Singer and author Rosanne Cash to be the guest at college tea
Grammy Award-winning singer and songwriter Rosanne Cash will discuss her creative process at a tea on Tuesday, Feb. 26 during her visit to campus as a Poynter Fellow. Her talk, titled “Heart and Brain in Equal Parts: A Conversation about Writing and the Creative Process,” will take place at 4:30 p.m. in the Morse College House, 99 Tower Pkwy. The event is free and open to the public.
That same day, Cash will be honored with the International Festival of Arts & Ideas’ annual Visionary Leadership Award, which recognizes a leader “whose trailblazing work is impacting the world.”
Cash, the daughter of singer Johnny Cash and Vivian Liberto Cash Distin, has released 15 albums of songs and won four Grammy Awards and 11 Grammy nominations. She has actively advocated against gun violence and is a longtime board member of PAX and the Brady Campaign to Prevent Gun Violence. She is also a board member of the Content Creators Coalition, a membership-based, artist-run nonprofit advocacy group representing creators in the digital landscape. In 2014, she represented artists in testimony before Congress on the issue of intellectual property rights.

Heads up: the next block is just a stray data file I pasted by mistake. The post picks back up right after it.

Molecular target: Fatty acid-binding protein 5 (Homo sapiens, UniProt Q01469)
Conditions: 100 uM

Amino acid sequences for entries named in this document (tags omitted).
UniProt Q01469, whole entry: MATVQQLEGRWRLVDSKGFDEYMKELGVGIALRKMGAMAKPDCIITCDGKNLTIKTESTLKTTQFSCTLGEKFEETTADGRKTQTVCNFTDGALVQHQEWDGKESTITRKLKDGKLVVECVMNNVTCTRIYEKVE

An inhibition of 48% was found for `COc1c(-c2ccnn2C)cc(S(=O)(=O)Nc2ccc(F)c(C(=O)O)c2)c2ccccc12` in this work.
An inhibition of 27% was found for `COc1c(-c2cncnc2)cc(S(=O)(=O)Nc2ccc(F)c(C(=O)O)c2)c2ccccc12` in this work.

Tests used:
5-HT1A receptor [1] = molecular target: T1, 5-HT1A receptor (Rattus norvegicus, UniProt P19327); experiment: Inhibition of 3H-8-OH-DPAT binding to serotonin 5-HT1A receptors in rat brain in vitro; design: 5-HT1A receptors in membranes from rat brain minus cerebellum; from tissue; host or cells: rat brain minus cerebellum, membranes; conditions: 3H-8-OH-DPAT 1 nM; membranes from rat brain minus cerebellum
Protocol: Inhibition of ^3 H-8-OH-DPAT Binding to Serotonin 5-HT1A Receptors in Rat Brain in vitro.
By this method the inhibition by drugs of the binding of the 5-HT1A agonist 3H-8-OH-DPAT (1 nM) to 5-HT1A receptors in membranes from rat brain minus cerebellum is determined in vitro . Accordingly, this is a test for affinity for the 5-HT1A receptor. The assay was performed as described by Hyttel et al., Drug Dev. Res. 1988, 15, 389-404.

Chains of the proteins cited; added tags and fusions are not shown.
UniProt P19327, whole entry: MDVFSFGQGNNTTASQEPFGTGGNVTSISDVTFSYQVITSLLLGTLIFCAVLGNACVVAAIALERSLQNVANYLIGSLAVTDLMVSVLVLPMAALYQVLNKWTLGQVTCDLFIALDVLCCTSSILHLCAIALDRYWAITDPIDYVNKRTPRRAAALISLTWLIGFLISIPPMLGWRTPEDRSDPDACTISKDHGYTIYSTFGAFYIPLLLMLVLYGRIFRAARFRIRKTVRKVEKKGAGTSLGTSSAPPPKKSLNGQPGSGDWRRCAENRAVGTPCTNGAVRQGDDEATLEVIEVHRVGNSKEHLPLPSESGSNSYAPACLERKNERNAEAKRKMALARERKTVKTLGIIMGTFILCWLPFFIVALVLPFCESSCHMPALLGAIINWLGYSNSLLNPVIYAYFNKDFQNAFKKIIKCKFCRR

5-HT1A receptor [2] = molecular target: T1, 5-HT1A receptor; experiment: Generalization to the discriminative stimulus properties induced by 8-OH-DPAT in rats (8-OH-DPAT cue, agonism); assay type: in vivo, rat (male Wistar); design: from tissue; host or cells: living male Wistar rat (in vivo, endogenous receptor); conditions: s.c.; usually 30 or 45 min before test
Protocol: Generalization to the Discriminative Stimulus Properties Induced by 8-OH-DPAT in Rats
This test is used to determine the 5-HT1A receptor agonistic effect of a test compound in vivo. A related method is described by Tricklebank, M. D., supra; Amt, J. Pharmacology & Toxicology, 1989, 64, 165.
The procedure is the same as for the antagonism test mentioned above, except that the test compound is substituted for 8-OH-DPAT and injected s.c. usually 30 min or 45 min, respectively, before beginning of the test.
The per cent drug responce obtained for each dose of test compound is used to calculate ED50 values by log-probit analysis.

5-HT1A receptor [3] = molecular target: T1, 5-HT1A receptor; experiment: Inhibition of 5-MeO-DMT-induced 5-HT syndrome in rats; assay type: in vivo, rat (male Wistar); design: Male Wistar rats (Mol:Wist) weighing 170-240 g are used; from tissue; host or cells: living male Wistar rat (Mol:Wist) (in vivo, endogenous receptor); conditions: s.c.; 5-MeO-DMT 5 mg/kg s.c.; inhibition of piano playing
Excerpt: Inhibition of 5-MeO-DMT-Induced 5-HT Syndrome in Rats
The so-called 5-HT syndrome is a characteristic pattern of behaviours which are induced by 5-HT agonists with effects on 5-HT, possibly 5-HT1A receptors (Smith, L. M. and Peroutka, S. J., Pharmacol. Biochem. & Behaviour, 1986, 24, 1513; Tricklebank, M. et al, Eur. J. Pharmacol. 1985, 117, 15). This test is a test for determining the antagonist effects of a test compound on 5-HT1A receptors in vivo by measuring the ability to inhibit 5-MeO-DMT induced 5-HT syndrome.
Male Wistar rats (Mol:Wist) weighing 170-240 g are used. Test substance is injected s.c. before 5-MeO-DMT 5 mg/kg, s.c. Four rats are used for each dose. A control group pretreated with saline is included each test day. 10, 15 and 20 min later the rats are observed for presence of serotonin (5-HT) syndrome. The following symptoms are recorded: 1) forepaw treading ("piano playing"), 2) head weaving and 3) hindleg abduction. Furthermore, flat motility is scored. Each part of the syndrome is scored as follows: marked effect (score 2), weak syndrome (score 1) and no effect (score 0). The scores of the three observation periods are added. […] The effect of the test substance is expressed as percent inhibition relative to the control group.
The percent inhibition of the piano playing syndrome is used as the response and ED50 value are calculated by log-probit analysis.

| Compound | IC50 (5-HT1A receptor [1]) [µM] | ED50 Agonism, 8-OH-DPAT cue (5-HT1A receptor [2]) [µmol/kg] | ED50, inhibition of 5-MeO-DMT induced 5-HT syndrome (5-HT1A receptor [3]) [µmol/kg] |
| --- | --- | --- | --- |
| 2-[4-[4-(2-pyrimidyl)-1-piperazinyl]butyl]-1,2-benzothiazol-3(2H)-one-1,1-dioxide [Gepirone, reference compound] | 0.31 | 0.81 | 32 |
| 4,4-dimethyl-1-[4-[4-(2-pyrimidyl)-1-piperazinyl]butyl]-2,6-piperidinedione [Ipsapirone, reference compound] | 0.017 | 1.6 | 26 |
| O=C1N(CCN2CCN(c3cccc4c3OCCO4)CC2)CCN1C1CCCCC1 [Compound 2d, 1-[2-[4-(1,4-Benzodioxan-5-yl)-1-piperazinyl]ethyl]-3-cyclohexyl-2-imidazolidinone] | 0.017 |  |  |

Cash is the author of four books, including her critically acclaimed memoir, “Composed.” Her essays have appeared in The New York Times, the Nation, and Rolling Stone, among other publications.
A recipient the SAG/AFTRA Lifetime Achievement Award for Sound Recordings in 2012, Cash received the 2014 Smithsonian Ingenuity Award in the Performing Arts. She was chosen as a Perspective Series Artist at Carnegie Hall and hosted four concerts during the venue’s 2015-16 season. In 2015, she was inducted into the Nashville Songwriters’ Hall of Fame. In 2018, she was the recipient of the “Spirit of Americana” Free Speech Award presented by the Americana Music Association in partnership with the First Amendment Center. Her latest album, “She Remembers Everything,” was released in 2018.
The Poynter Fellowship in Journalism was established by Nelson Poynter, who received his master’s degree in 1927 from Yale. The fellowship brings to campus distinguished reporters, editors and others who have made important contributions to the media. Among recent Poynter fellows are Ravish Kumar, Jack Ewing and Coral Davenport.